Captivating responsibility: Crafting a show that resonates with audiences: Neeraj Vyas

Captivating responsibility: Crafting a show that resonates with audiences: Neeraj Vyas

Embracing Linear TV: A conviction worth investing in for the next five years.

Neeraj Vyas

Mumbai: The journey has been long—27 years, and I've practically grown up here. It's not just about Sony; I believe this is a crucial perspective for all broadcasters to appreciate. The significance of our broadcasting goals is paramount. Amidst the digital invasion, it's equally important not to get carried away. We need to maintain faith that linear TV is here to stay, at least for the next five years. This collective belief is essential, and this year has been particularly affirming for all of us, whether considering ratings or other metrics. Despite our digital endeavours, we should collectively hold onto the conviction that linear TV is something we should continue to invest in for the next five years.

Sony Television launched its new show ‘Shrimad Ramayan’, Poised to capture varied audience segments across the length and breadth of India, Sony Entertainment Television brings viewers Shrimad Ramayan, an epic that holds immense significance and narrates the life and teachings of Lord Ram in its purest form. Having introduced audiences to some of Indian television’s most memorable characters across clutter-breaking shows, the channel is now opening the doors for a new generation to experience the beauty and wisdom of Lord Ram's journey and is committed to curating differentiated content that holds mass appeal with this saga.

To bring Shrimad Ramayan to your television screens, Sony Entertainment Television has joined hands with Swastik Productions, well-known as one of the biggest storytellers in Indian television, which has consistently curated content with larger-than-life production values. Swastik has deep-dived into the very roots of Indian culture, history and legends, and will bring alive this story that chronicles the ultimate triumph of good over evil. The attention to detail in the costumes, a mega set design, and visual effects will further enhance the viewing experience, transporting the audience to the enchanting world of Ayodhya and Lanka.

This sacred saga resonates deeply with the cultural fabric of India and its enduring appeal lies in the universal themes it explores—duty, sacrifice, love, and loyalty as well as the vices of greed, deceit, and ego. The show will go on air Shrimad Ramayan premieres on 1 January 2024, at 9 pm. caught up with Sony Entertainment Television, Sony SAB, PAL, and Sony MAX Movie Cluster business head Neeraj Vyas for a chat on the television industry, his role in SET and the launch of the new show…

Edited Excerpts:

On how has the year been for Sony and Sony SAB

For Sony Sab, this year has been focused on consolidation. Over the past three years, our journey to diversify content began with shows like Waghle Ki Duniya, Pushpa, and this year's successful launch of Vanshij. Pashmina, a unique love story shot entirely in Kashmir over six months, stands out as the first TV unit to film in Kashmir in two decades. While not the typical genre for Sony Sab, this year has been about expanding our content variety while maintaining a delightful mix of shows catering to the broader family audience.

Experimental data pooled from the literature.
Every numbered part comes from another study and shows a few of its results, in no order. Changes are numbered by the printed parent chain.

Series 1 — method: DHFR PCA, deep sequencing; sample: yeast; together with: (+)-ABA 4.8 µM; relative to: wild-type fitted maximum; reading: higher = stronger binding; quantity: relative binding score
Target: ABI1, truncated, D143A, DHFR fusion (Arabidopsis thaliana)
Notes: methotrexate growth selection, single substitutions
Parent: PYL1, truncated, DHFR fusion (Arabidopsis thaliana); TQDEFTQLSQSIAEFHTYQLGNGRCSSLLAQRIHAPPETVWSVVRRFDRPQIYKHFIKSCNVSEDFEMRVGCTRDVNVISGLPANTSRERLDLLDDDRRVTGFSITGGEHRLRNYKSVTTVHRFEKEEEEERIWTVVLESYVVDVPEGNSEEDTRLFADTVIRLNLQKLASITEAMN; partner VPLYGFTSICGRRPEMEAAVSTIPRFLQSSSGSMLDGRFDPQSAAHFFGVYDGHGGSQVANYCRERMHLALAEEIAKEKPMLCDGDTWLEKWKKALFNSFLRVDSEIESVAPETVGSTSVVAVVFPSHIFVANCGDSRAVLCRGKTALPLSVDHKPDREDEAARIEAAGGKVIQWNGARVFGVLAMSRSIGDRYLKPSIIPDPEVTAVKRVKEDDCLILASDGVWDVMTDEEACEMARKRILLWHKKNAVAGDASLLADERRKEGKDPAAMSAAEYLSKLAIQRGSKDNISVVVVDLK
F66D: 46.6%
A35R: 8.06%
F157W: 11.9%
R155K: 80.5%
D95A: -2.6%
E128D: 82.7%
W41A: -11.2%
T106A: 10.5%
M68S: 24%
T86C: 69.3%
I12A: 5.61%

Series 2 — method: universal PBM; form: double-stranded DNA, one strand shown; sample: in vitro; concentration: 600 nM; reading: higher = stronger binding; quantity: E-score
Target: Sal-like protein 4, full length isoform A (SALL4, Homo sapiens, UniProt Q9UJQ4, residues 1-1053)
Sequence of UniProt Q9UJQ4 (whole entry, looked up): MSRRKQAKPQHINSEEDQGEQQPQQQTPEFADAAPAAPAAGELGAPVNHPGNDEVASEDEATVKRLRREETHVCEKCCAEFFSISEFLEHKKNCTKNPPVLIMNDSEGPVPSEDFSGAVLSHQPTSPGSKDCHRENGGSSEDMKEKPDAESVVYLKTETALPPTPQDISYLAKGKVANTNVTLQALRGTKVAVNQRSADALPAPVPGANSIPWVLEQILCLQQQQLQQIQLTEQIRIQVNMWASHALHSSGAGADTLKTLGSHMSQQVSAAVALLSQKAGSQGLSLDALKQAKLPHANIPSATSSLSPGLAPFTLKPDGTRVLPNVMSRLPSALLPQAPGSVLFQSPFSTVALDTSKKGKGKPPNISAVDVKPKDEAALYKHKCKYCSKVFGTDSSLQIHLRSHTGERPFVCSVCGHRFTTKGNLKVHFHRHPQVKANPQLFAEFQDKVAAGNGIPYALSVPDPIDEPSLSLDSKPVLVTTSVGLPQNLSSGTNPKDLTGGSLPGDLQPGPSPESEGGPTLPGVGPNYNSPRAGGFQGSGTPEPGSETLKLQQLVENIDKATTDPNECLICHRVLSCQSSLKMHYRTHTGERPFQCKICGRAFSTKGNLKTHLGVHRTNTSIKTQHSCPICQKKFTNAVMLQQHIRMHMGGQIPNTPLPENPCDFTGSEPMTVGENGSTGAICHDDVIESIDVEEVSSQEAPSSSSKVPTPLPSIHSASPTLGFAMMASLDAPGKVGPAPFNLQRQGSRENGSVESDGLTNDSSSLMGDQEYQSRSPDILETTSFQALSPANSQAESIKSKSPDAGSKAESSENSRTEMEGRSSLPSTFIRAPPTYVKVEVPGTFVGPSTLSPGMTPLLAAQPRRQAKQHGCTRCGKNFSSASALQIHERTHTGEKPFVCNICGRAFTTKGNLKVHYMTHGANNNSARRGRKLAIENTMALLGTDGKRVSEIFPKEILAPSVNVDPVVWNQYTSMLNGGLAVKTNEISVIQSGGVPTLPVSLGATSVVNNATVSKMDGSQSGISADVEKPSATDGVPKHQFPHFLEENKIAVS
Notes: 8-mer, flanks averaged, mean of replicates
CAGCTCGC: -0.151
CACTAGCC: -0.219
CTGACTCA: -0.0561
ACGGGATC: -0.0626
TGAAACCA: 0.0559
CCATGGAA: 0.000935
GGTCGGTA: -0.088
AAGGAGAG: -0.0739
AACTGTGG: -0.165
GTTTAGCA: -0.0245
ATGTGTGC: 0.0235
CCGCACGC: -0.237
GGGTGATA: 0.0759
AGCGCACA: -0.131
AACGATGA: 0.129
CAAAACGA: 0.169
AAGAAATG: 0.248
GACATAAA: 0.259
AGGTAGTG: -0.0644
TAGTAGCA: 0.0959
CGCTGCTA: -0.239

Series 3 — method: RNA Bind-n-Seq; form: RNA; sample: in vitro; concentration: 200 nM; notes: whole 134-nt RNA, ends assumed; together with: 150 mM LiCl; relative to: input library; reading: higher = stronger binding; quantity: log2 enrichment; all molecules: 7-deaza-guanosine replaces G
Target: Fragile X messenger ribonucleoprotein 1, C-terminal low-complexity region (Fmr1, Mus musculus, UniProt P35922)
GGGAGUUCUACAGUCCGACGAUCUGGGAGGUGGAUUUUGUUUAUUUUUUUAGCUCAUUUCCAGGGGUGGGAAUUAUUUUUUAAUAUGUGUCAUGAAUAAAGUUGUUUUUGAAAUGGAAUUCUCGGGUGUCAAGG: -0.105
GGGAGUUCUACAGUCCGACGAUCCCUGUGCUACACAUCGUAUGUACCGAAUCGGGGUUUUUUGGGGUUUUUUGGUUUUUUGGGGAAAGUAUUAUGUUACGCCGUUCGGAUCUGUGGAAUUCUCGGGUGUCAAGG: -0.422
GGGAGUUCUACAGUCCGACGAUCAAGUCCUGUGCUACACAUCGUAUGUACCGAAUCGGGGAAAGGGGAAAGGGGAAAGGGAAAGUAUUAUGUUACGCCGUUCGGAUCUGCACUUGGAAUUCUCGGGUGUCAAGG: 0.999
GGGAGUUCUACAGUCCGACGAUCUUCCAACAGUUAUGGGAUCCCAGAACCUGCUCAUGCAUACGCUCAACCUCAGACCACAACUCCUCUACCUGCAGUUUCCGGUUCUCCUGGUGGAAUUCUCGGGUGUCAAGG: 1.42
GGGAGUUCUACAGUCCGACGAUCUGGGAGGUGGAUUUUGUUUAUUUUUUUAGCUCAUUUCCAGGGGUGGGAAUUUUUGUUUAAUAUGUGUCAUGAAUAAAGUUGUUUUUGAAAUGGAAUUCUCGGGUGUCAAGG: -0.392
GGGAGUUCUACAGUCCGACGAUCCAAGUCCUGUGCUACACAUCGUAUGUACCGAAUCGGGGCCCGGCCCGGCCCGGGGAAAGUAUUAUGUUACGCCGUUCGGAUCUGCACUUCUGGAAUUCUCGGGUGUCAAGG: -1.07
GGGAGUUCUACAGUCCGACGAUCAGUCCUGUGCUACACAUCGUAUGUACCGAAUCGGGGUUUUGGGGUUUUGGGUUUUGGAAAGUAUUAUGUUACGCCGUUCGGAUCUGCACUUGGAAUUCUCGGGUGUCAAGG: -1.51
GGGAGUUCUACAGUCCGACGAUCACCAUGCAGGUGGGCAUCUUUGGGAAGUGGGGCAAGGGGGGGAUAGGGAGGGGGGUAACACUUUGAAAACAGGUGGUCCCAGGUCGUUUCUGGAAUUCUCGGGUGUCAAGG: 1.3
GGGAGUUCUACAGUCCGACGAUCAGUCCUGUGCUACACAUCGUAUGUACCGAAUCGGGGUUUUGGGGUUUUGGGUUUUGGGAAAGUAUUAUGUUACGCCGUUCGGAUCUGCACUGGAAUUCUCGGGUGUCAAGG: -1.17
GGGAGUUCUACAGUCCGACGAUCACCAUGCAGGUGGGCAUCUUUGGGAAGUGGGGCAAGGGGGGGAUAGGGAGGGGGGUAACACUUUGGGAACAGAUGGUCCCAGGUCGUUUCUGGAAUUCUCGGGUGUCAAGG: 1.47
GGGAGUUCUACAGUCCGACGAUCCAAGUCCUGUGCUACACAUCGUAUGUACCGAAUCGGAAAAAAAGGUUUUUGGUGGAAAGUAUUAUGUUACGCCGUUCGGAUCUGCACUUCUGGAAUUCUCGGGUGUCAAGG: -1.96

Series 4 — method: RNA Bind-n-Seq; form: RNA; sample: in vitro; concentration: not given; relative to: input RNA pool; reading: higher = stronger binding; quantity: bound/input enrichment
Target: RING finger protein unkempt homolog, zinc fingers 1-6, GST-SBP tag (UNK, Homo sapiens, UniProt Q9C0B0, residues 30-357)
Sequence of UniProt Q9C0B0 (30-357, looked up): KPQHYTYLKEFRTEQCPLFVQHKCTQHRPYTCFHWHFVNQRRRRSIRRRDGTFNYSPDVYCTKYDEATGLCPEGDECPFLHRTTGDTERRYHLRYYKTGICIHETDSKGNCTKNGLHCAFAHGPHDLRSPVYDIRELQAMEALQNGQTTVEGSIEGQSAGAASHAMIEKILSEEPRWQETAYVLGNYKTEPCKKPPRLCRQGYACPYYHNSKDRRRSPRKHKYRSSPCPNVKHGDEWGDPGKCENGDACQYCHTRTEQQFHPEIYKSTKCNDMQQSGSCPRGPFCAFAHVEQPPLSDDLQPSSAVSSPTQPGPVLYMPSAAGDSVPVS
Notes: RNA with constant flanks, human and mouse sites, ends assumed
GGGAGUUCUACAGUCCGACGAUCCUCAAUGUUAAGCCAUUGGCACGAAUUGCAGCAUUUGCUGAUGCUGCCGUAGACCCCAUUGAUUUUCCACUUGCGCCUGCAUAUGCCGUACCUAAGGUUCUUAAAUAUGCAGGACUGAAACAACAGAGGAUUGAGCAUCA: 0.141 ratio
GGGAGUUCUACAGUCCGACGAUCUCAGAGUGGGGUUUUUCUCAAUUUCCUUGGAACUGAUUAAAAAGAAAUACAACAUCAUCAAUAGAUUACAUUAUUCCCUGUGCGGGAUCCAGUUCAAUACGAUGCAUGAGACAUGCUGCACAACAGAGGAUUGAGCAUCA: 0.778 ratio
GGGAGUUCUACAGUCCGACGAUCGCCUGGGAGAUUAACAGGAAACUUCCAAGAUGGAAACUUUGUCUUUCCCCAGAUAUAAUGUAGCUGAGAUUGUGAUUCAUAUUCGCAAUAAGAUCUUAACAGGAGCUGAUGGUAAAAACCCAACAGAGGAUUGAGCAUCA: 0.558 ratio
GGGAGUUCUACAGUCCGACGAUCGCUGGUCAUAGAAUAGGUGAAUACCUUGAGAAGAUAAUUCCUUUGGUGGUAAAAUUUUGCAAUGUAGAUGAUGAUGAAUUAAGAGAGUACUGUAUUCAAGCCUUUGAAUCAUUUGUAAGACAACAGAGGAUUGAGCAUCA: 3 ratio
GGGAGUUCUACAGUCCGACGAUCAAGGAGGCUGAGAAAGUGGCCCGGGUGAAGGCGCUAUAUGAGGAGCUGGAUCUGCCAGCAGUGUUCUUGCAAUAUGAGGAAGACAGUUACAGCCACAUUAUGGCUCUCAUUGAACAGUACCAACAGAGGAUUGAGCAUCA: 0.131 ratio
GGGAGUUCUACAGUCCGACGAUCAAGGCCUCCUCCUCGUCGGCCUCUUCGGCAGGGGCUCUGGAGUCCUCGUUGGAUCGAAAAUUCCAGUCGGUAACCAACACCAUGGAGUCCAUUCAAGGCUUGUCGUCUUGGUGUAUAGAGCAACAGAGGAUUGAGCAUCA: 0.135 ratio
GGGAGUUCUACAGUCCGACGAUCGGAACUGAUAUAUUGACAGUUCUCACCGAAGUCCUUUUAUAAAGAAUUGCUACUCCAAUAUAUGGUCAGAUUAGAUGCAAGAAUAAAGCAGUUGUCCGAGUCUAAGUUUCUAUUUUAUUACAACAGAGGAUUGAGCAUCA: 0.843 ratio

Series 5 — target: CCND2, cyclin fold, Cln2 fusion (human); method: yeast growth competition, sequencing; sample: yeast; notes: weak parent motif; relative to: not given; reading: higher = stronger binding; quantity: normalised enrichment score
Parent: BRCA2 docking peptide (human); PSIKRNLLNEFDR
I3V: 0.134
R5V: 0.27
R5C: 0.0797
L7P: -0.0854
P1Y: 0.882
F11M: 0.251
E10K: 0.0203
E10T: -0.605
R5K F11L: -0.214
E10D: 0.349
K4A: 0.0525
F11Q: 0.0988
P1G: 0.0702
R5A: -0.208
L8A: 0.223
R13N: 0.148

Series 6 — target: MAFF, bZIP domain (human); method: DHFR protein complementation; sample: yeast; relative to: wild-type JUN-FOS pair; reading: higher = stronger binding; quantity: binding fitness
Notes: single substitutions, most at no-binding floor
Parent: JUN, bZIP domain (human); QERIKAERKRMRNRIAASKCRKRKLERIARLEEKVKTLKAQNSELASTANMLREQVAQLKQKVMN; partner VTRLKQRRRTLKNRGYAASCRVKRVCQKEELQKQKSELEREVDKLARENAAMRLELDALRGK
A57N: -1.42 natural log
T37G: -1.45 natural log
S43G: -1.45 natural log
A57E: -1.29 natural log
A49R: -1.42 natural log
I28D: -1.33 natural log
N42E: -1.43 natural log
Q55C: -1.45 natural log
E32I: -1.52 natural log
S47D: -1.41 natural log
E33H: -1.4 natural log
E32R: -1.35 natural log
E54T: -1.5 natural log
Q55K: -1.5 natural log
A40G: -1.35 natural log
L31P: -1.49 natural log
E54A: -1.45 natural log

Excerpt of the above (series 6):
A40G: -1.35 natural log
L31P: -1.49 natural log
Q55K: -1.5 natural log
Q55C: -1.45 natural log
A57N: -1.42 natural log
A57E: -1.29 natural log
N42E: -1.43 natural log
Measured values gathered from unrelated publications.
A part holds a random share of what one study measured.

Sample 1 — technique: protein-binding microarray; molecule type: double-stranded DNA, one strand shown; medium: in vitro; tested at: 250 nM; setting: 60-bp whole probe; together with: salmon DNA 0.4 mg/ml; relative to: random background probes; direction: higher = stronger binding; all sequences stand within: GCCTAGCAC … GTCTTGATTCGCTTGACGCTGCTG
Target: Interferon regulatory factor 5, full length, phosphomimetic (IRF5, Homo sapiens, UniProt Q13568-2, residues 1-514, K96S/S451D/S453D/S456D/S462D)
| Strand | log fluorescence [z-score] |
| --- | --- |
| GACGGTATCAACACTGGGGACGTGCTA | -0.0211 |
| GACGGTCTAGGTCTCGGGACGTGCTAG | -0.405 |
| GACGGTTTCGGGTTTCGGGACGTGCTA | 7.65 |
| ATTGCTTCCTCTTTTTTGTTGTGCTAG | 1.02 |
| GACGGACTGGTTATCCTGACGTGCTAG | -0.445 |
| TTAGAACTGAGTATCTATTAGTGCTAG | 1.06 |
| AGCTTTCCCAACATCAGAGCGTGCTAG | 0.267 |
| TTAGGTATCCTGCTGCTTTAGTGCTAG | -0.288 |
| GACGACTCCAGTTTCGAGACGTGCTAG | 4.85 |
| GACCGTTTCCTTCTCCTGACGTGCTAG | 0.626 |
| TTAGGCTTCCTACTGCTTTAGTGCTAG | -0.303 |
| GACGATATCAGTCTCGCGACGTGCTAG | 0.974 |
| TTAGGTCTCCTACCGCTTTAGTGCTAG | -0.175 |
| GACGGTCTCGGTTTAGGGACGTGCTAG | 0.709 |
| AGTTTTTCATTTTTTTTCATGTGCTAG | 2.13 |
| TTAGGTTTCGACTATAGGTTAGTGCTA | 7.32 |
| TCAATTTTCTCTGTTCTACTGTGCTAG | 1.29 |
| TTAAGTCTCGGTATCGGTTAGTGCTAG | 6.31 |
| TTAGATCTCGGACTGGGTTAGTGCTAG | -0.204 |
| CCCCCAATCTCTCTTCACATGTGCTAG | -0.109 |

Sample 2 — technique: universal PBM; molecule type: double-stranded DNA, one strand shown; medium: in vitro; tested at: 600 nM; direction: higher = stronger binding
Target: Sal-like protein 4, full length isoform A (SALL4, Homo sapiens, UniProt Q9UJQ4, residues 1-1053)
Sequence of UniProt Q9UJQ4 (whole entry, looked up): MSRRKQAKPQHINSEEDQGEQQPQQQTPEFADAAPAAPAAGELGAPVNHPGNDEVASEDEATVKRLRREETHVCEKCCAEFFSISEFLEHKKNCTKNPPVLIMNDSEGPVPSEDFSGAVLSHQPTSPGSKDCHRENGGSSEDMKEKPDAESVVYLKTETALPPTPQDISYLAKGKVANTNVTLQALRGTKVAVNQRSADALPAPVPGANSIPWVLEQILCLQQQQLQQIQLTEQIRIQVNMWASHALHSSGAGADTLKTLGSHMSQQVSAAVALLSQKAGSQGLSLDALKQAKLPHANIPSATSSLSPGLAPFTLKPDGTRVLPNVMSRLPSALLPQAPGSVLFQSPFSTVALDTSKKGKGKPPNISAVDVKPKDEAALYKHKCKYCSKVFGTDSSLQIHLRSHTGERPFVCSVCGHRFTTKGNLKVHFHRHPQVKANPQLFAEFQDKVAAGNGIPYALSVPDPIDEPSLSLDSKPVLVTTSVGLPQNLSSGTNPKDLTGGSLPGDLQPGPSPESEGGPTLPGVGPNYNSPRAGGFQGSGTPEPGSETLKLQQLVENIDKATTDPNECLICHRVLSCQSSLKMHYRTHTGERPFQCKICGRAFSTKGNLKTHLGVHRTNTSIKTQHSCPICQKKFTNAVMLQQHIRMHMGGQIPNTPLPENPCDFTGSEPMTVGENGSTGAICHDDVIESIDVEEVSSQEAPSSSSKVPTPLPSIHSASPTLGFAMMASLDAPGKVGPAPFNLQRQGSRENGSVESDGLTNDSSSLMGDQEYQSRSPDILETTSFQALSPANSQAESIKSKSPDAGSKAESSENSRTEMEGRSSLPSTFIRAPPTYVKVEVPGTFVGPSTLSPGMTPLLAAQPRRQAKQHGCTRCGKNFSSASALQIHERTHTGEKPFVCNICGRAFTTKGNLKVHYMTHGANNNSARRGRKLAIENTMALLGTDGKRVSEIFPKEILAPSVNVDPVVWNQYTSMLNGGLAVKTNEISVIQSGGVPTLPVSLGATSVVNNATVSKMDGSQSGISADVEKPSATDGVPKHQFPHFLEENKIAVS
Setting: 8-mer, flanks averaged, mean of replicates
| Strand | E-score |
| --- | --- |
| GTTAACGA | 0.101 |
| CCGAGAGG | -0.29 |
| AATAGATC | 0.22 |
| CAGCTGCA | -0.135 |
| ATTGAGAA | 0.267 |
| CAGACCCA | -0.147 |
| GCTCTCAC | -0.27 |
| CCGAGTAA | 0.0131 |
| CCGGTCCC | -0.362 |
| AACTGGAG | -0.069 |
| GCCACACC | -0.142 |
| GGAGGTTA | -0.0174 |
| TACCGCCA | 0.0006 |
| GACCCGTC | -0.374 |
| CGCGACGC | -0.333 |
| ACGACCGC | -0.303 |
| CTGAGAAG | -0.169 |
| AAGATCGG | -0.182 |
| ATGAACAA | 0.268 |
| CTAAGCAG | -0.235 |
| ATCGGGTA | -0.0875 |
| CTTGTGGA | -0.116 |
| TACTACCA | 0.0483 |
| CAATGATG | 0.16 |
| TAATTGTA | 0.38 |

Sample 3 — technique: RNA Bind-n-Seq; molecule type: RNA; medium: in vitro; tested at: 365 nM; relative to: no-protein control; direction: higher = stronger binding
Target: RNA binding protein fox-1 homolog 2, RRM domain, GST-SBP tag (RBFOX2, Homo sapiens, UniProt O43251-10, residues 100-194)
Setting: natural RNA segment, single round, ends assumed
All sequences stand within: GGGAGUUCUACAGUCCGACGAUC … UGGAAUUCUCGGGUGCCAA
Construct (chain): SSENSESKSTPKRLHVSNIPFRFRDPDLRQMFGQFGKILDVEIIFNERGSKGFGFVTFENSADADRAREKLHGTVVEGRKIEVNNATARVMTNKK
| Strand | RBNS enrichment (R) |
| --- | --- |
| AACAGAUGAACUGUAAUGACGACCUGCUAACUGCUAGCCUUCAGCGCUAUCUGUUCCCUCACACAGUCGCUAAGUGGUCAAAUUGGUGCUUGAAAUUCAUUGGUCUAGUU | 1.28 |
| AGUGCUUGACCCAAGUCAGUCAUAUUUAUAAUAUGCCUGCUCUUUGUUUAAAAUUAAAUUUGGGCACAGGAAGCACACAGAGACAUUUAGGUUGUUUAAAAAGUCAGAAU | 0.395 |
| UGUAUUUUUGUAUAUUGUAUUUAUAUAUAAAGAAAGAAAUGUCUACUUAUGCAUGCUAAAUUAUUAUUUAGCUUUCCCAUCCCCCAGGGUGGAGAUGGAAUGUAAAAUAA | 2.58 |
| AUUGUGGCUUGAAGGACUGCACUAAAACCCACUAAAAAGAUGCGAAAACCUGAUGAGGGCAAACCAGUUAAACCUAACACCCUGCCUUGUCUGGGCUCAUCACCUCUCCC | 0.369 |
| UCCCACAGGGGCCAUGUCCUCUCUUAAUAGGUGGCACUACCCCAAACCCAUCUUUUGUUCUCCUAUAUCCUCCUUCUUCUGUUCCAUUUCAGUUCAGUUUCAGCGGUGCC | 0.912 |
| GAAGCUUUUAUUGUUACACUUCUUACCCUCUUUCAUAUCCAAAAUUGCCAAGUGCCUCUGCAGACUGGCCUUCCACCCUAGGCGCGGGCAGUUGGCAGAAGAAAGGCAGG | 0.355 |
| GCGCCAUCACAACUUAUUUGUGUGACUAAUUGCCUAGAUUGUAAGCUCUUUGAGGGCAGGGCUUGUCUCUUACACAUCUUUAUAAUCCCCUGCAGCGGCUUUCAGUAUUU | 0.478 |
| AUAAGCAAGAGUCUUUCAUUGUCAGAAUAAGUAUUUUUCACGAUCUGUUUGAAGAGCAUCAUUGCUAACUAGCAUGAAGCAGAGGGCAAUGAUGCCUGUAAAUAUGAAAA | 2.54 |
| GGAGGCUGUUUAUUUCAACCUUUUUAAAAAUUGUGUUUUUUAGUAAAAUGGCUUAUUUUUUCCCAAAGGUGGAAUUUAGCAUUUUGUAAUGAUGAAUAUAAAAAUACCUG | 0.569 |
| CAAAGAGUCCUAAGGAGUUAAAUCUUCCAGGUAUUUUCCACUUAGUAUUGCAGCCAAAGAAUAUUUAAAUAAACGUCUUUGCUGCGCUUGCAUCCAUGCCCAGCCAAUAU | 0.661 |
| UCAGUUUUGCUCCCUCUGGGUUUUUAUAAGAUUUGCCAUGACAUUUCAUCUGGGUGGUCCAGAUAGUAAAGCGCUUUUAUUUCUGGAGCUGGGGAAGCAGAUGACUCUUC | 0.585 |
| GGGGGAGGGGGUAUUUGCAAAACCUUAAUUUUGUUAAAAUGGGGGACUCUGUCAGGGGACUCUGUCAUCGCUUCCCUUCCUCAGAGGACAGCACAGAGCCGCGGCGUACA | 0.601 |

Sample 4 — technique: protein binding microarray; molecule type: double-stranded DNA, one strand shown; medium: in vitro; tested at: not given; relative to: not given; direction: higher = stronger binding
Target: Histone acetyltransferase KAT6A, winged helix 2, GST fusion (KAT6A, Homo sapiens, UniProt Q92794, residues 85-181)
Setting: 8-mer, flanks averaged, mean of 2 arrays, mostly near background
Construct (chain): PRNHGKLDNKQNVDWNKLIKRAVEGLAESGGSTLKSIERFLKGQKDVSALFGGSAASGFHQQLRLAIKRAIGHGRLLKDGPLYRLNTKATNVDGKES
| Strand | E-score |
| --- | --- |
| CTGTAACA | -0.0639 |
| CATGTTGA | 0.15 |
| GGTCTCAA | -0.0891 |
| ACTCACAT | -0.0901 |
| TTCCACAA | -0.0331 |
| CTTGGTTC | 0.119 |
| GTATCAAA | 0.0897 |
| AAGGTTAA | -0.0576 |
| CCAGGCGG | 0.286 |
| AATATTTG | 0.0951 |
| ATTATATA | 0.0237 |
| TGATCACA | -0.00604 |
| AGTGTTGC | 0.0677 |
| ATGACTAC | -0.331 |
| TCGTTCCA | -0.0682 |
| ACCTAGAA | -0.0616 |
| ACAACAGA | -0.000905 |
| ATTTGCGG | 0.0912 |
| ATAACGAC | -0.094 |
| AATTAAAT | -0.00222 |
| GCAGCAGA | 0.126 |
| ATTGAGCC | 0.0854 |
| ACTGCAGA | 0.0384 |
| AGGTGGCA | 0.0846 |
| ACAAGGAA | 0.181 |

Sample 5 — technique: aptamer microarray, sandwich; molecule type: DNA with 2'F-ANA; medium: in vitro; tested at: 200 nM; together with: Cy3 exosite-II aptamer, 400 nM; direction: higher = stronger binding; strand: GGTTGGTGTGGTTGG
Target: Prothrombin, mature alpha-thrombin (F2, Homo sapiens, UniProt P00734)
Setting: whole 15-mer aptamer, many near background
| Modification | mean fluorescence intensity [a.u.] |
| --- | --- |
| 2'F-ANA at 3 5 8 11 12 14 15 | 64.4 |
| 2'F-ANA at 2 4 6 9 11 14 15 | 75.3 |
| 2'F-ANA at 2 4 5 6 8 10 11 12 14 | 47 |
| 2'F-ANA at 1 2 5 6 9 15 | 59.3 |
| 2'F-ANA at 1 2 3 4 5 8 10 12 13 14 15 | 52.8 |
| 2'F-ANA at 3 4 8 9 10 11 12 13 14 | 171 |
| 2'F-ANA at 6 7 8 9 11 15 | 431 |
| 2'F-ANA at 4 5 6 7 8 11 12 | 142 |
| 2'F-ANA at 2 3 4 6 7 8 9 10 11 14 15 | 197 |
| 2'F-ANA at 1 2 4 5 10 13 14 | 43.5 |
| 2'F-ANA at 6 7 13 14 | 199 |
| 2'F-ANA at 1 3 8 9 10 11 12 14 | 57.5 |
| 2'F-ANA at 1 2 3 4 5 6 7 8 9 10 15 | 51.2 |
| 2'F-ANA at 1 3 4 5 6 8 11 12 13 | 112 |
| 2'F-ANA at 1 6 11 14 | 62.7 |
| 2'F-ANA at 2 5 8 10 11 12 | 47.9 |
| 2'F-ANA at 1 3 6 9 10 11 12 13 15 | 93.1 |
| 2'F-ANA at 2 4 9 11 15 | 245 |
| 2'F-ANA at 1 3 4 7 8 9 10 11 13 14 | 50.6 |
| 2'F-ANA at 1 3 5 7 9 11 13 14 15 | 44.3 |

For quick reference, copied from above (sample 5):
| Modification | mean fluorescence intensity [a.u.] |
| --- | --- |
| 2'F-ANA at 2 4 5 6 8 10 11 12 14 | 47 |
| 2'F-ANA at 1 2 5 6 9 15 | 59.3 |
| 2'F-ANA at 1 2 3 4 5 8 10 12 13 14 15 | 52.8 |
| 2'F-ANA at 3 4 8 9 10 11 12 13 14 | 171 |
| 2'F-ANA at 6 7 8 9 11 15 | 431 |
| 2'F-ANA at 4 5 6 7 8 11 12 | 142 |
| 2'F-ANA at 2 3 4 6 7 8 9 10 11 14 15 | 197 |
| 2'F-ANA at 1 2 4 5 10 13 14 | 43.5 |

As for Sony, my tenure began just 5 ½ months ago, marking early days for me. We've taken a fresh approach to KBC, launching it this year as a product that resonates with the new, progressive, and emerging India. The creative for KBC was carefully curated to align with this vision. Additionally, we reintroduced ‘Jhalak dhikla Jha on Sony after a significant hiatus, ventured into the thriller genre with Dabangi, featuring a child as the protagonist, and embarked on the ambitious project of bringing Ramayana to the audience, with many more exciting projects in the pipeline for the coming months.

Personally, it has been an exhausting yet incredibly fulfilling and valuable experience. From a content perspective, I have never worked harder or attended more meetings in my life. Handling different channels has given me insight into the world of nonfiction content, a new and enriching dimension for me.

With Indian Idol, our focus is on infusing purity into the singing competition. Bringing back Shreya Ghoshal as a judge adds significant value to the show. We are actively breaking moulds and challenging established patterns within the channel. While we haven't altered the format of KBC, we've introduced a few dimensions to make it even faster and more inclusive. Small experiments, like the family week and a simplified participant selection process, aim to reach a broader audience. Notably, this year featured a children's special, with a young contestant winning a crore, marking a positive step forward in terms of content diversity.

On launching Shrimad Ramayan now

In today's landscape, there exists an audience for relatable content across diverse genres. From my perspective, it's essential to acknowledge that 96% of households in India are single TV households—a reality that often gets overlooked when we view things through the lens of metropolitan living. Within approximately 30 to 40 kilometres outside every major city, there exists a different India, a new India, where lifestyles and realities differ significantly. People in these areas live distinctly, with varying disposable incomes, purchasing power, and perspectives on life. In these places, television is not just an appliance; it's a family member. With one TV per household, families gather to watch content together, presenting a tremendous opportunity for us.